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Structure. 1995 Jan 15;3(1):17-31.

Tryptophanyl-tRNA synthetase crystal structure reveals an unexpected homology to tyrosyl-tRNA synthetase.

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Department of Biochemistry and Biophysics, University of North Carolina at Chapel Hill 27599-7260, USA.



Tryptophanyl-tRNA synthetase (TrpRS) catalyzes activation of tryptophan by ATP and transfer to tRNA(Trp), ensuring translation of the genetic code for tryptophan. Interest focuses on mechanisms for specific recognition of both amino acid and tRNA substrates.


Maximum-entropy methods enabled us to solve the TrpRS structure. Its three parts, a canonical dinucleotide-binding fold, a dimer interface, and a helical domain, have enough structural homology to tyrosyl-tRNA synthetase (TyrRS) that the two enzymes can be described as conformational isomers. Structure-based sequence alignment shows statistically significant genetic homology. Structural elements interacting with the activated amino acid, tryptophanyl-5'AMP, are almost exactly as seen in the TyrRS:tyrosyl-5'AMP complex. Unexpectedly, side chains that recognize indole are also highly conserved, and require reorientation of a 'specificity-determining' helix containing a conserved aspartate to assure selection of tryptophan versus tyrosine. The carboxy terminus, which is disordered and therefore not seen in TyrRS, forms part of the dimer interface in TrpRS.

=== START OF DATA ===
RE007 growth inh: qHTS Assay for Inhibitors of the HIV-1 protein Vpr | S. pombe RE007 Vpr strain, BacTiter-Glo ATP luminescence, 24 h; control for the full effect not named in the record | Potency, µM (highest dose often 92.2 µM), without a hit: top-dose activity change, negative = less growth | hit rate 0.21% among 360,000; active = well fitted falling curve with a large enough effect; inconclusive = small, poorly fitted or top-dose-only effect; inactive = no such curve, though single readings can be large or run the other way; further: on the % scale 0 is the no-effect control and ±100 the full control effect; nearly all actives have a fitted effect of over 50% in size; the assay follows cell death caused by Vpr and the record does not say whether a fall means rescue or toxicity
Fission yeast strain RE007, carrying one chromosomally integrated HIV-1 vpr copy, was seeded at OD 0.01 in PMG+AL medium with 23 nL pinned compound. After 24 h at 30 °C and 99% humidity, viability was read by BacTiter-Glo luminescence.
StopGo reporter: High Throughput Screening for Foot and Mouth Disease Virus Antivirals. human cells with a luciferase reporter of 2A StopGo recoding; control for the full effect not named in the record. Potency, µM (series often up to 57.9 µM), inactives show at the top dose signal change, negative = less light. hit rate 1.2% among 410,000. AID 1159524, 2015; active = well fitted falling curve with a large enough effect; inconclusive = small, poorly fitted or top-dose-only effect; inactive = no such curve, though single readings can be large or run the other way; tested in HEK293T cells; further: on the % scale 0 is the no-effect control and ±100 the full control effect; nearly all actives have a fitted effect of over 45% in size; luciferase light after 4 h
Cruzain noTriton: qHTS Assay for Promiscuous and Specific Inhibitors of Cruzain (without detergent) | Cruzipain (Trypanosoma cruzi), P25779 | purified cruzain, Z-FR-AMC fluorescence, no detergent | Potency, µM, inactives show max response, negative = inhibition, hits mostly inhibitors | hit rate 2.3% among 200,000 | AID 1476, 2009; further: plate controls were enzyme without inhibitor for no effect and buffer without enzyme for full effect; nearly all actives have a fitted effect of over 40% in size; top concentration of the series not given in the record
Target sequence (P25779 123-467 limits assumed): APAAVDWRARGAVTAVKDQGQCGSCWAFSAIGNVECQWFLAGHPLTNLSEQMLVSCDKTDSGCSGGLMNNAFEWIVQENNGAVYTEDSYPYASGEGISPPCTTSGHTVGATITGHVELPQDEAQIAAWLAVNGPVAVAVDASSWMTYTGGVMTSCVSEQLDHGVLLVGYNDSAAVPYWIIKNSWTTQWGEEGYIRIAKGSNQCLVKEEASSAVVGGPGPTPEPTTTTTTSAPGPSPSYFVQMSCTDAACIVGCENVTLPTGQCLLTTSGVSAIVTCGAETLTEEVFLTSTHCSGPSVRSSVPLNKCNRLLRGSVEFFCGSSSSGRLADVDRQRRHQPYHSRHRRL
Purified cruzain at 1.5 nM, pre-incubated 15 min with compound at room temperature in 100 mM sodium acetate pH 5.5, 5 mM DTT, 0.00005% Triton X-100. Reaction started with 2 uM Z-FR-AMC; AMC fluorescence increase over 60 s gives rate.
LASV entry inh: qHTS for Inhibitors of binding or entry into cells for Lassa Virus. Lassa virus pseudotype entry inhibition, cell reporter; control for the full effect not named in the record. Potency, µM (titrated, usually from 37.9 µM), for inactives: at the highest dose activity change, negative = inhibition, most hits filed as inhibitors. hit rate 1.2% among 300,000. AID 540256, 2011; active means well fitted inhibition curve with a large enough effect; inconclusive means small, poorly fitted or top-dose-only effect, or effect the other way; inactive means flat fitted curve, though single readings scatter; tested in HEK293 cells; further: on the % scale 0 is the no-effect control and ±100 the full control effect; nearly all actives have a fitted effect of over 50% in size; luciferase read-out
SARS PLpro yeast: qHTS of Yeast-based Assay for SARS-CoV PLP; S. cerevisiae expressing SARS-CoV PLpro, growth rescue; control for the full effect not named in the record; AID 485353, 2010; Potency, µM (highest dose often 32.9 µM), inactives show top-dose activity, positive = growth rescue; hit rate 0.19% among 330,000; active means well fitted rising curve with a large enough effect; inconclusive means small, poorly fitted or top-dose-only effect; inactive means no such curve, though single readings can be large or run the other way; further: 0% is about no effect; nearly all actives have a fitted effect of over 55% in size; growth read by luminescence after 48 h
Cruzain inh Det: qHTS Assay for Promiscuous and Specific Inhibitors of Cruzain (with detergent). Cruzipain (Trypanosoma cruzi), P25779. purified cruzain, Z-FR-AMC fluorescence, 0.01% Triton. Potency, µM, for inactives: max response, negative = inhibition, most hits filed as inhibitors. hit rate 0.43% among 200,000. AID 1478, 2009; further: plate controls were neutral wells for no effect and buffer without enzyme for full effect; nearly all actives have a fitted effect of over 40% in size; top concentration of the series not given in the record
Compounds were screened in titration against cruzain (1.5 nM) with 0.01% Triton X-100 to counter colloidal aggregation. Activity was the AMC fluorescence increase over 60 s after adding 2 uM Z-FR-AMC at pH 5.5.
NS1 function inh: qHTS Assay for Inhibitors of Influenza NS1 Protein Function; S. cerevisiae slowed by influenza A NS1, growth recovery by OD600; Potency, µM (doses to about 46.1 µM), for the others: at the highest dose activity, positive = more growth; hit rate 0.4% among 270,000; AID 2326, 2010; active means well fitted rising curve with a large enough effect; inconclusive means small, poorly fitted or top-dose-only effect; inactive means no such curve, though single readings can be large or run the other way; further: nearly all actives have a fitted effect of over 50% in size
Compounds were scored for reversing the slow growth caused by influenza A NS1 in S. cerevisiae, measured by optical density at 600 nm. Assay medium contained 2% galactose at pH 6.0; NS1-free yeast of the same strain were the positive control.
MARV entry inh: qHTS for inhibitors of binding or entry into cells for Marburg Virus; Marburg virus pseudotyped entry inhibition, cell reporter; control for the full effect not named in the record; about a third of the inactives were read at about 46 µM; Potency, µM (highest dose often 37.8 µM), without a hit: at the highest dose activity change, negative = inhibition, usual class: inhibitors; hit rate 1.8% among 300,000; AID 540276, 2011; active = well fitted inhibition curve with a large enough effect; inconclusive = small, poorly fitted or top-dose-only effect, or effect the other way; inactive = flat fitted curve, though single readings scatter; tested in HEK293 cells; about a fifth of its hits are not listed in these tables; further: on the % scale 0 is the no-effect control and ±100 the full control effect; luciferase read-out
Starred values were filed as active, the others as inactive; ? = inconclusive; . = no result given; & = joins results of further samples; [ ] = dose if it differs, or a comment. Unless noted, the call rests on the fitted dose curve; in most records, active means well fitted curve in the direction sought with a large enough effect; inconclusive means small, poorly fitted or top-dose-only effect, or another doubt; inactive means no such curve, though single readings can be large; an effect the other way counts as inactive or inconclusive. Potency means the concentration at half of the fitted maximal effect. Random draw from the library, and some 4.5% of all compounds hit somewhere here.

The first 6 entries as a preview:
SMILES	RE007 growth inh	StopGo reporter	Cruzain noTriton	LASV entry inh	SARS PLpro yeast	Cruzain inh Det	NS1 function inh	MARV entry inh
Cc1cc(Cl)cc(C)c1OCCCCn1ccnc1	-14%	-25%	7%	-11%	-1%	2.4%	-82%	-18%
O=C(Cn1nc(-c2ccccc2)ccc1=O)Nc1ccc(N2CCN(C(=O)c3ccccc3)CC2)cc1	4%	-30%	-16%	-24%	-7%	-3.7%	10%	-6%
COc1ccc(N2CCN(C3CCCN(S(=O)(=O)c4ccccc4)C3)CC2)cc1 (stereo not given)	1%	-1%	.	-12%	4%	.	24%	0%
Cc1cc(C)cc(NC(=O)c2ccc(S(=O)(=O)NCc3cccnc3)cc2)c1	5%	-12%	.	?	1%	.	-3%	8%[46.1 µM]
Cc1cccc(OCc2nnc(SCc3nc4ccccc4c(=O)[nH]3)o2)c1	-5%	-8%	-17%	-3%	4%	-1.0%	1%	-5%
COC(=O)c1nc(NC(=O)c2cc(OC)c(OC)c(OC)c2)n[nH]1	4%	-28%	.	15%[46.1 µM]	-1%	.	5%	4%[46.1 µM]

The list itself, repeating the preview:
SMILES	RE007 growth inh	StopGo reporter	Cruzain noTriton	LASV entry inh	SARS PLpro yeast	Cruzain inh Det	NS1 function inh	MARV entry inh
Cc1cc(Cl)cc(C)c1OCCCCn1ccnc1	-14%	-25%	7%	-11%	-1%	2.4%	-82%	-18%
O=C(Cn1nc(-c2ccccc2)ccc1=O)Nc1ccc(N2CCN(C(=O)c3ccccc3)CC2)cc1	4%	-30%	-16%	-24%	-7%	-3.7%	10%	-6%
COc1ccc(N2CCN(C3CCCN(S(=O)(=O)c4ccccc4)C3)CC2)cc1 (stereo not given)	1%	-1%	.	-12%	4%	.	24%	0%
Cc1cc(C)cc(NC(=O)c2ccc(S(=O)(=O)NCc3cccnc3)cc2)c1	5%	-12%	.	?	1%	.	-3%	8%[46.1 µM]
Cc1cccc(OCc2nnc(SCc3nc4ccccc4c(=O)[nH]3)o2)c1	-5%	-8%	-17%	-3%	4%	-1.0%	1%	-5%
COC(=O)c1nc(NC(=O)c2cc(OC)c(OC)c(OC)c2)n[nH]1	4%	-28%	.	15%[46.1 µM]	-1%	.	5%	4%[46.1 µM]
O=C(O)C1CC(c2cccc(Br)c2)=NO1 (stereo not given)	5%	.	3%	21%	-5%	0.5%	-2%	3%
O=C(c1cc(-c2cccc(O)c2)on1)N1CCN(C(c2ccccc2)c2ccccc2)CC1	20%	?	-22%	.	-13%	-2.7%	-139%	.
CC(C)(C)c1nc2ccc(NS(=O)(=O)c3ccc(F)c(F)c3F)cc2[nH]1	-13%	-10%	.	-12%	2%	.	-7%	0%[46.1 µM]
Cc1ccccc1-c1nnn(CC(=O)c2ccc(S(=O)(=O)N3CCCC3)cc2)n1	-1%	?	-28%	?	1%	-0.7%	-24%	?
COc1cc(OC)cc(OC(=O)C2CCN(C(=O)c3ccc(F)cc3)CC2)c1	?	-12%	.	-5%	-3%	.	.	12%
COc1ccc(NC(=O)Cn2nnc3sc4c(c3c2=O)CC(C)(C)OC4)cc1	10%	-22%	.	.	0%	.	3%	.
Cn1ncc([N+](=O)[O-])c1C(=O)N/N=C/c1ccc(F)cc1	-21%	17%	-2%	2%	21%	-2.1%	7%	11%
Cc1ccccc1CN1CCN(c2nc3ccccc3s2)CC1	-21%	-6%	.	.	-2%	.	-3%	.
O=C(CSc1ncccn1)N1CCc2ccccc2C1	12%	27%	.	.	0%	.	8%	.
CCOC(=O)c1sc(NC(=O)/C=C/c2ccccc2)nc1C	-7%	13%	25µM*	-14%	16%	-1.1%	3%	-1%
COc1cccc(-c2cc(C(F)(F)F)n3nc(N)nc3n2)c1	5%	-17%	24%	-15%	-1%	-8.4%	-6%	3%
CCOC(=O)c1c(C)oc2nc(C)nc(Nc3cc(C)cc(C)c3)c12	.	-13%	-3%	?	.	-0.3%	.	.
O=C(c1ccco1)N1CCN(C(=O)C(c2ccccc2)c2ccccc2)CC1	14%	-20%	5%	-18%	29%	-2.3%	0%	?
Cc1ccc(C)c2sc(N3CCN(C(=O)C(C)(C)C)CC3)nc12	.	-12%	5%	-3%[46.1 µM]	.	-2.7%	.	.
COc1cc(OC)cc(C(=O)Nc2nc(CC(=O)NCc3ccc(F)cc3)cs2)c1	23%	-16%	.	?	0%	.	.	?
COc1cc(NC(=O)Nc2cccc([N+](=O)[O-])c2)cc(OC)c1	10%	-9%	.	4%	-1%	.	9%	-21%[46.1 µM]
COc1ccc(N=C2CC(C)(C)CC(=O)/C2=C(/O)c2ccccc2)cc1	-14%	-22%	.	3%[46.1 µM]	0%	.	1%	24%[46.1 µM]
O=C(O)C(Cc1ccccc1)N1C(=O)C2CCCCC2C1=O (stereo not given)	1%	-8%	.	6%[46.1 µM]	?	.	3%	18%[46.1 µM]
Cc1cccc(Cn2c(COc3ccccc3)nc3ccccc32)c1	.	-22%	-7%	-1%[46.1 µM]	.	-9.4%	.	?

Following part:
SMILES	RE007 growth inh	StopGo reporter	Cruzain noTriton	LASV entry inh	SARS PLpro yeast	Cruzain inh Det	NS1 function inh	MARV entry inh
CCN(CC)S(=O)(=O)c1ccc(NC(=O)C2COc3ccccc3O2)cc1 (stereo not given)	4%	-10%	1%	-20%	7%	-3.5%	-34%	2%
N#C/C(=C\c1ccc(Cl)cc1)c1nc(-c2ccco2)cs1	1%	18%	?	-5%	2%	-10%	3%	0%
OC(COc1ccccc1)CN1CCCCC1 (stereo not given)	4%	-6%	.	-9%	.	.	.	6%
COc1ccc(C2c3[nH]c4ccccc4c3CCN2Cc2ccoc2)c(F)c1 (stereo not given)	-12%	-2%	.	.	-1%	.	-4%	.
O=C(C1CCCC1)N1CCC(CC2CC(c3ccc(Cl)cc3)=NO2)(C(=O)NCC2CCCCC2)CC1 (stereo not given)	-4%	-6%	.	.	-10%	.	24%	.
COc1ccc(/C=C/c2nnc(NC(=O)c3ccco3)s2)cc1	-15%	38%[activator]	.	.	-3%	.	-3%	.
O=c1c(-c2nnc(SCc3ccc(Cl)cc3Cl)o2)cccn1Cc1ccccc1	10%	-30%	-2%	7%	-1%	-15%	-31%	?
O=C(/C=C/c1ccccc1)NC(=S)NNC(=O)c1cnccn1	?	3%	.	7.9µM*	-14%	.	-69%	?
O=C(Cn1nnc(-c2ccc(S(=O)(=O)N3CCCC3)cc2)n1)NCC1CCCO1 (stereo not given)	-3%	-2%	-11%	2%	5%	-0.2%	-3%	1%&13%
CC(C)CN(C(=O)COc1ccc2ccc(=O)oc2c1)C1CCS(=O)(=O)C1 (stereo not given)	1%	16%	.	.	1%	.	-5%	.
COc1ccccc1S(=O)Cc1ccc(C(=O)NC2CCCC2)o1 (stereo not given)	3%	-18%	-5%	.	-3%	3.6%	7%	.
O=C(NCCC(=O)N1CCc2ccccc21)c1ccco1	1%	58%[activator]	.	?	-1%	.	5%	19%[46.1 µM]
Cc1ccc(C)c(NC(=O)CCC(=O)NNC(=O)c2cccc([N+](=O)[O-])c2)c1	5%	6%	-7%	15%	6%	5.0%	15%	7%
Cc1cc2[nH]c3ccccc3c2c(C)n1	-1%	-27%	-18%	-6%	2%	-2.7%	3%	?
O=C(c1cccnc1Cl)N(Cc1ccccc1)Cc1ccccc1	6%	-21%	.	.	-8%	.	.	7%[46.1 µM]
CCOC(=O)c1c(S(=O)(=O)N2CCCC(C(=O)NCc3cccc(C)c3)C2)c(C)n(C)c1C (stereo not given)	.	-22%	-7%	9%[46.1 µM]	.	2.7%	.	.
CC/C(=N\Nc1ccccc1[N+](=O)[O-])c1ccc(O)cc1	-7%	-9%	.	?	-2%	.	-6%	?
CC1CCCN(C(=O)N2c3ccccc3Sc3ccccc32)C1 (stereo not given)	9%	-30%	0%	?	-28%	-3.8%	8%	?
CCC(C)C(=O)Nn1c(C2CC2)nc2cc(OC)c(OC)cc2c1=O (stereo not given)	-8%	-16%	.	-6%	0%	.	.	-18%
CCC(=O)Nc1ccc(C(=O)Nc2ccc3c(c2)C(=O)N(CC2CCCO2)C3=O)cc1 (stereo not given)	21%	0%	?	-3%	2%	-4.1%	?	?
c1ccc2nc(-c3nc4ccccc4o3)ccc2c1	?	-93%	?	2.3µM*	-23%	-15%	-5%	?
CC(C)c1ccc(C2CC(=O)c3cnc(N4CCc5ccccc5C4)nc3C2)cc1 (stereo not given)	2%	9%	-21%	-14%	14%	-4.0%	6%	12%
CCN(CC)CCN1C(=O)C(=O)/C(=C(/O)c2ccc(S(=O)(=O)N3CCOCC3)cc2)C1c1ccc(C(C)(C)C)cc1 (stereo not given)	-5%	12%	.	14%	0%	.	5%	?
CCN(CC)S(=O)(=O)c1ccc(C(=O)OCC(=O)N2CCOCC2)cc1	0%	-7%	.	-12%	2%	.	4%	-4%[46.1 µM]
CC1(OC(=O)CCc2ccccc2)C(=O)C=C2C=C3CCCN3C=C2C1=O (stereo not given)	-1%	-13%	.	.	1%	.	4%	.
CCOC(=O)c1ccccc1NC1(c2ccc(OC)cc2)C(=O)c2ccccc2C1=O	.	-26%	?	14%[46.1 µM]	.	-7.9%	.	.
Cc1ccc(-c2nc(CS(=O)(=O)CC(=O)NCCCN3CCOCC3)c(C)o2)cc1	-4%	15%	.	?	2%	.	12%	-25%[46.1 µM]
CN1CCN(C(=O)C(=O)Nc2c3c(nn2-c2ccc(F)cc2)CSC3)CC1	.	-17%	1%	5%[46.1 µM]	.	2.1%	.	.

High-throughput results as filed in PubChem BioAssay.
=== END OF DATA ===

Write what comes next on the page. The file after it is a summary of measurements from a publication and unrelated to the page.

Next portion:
For the first time, the Bayesian statistical paradigm of entropy maximization and likelihood scoring has played a critical role in an X-ray structure solution. Sequence relatedness of structurally superimposable residues throughout TrpRS and TyrRS implies that they diverged more recently than most aminoacyl-tRNA synthetases. Subtle, tertiary structure changes are crucial for specific recognition of the two different amino acids. The conformational isomerism suggests that movement of the KMSKS loop, known to occur in the TyrRS transition state for amino acid activation, may provide a basis for conformational coupling during catalysis.

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